Urban agriculture: how the city gives back space to agriculture

Urbane Landwirtschaft

The number of people living in cities continues to increase: according to a UN report, more than 4 million people live in urban areas in 2020 and there will be more and more in the years to come. The surface area of cities and related infrastructure keeps on expanding, thus taking space away from agriculture, which is therefore struggling to cope with the increasing demand for food from a growing population.
After years in which concrete has taken away space from greenery and fields, the opposite trend has emerged in recent years: agriculture is taking back some of the space that had been taken away from it. In many urban areas, especially abandoned ones, people are starting to cultivate and breed again. This quite recent phenomenon is called urban agriculture.

Details about this phenomenon: cases and initiatives in the world

In some world regions, urban agriculture has become a fashionable phenomenon, being linked to a greater awareness and attention to the production processes of genuine and sustainable food.
This is the case of New York’s Brooklyn Grange, the world’s largest urban garden. In 2010 such a project gave life to a garden of 6,500 square metres in the space made on the roofs of 2 disused industrial buildings. The initiative has been a huge success: the products grown in Brooklyn Grange have become highly sought after and local restaurants are literally competing to get them.
Initiatives are multiplying in Europe as well: from the former Allmende-Kontor airport in Berlin, one of the most positive examples of green redevelopment of a vast abandoned area, to the agricultural vegetable garden that will open next spring at the Paris Fair, being destined to become the largest in the world with its 14,000 square metres, which develops entirely on the roof of one of the exhibition pavilions.
Urban gardens and green roofs are often also an opportunity to organise events, workshops and educational activities, to create awareness about food production, to encourage city participation and to spread the values of agriculture at community level.
From Sweden, on the other hand, there is a completely different solution, the greenhouse skyscrapers. In the town of Linkoping a real vertical farm is under construction. The structure is 54m high and can accommodate different crops inside the greenhouses that develop along dozens of floors.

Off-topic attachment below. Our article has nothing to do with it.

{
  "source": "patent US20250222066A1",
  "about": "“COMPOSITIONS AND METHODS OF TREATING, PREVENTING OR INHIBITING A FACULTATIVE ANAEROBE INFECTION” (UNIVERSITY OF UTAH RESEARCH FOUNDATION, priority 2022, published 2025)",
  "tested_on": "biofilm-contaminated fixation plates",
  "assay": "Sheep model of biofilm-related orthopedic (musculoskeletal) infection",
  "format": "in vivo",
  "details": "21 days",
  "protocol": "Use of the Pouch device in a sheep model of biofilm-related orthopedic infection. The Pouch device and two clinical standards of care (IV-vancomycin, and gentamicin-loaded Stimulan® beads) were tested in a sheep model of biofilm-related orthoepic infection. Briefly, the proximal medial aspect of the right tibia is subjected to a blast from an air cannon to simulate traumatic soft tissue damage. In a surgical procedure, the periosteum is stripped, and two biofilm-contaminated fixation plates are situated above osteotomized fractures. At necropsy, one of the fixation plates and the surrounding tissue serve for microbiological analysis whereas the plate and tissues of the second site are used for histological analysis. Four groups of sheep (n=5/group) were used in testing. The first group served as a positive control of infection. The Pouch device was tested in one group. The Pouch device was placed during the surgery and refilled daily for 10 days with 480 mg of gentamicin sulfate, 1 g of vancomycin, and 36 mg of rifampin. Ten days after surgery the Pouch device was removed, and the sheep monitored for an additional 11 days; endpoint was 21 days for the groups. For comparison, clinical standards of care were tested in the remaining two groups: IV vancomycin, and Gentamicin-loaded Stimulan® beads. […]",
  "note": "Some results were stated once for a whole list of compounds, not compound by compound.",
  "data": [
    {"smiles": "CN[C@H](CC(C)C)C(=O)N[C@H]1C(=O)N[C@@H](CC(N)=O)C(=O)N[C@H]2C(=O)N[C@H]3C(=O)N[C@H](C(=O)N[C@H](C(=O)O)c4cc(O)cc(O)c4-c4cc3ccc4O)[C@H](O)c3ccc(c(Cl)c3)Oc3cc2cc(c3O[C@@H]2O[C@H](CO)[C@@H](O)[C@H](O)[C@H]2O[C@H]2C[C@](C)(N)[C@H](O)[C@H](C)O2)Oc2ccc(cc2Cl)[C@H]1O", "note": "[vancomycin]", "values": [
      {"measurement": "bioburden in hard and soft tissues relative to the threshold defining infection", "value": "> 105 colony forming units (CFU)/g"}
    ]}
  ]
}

Its productivity should be very high: up to 300 kilos of yield per square metre, thanks to crops that can grow all year round in a protected environment, so no pesticides or other chemicals against weeds will be needed. It is estimated that such a greenhouse skyscraper is able to produce enough vegetables for the needs of 350,000 inhabitants, with a very low environmental impact since products are directly delivered to consumers and this minimises transport.
But beyond individual initiatives in more industrialised countries, urban agriculture is a wider phenomenon that also involves developing countries and is supported by institutions.
Among others, FAO supports urban agriculture and low-income horticulturists by providing tools, incentives and training to launch initiatives in densely populated areas with poor access to agricultural products. This is aimed at improving access to food for the poorest sections of the population.

The advantages of urban agriculture

Whether for recreational purposes, for generating income or supplying food in areas with difficulties, urban agriculture proves to be a very useful phenomenon from a social viewpoint. It helps to promote sustainable and ecological practices, producing and distributing agricultural goods locally, with consequent energy savings. It encourages participation and awareness of consumers, who are involved in the food production chain and environmental education. All this without counting the gain in terms of city landscaping: the spaces dedicated to urban agriculture bring greenery into concrete-filled areas, thus redeveloping entire districts.
In addition to the social factor, there is also an economic impact that contributes to enhancing the productivity of often neglected areas. It also enables tangible support to be given to developing realities, where food supply is a primary need.
In short, there are many advantages to urban agriculture so it is no surprise to us that this phenomenon is constantly growing.
McCormick is always next to those who work in agriculture to face changes and take up new challenges.
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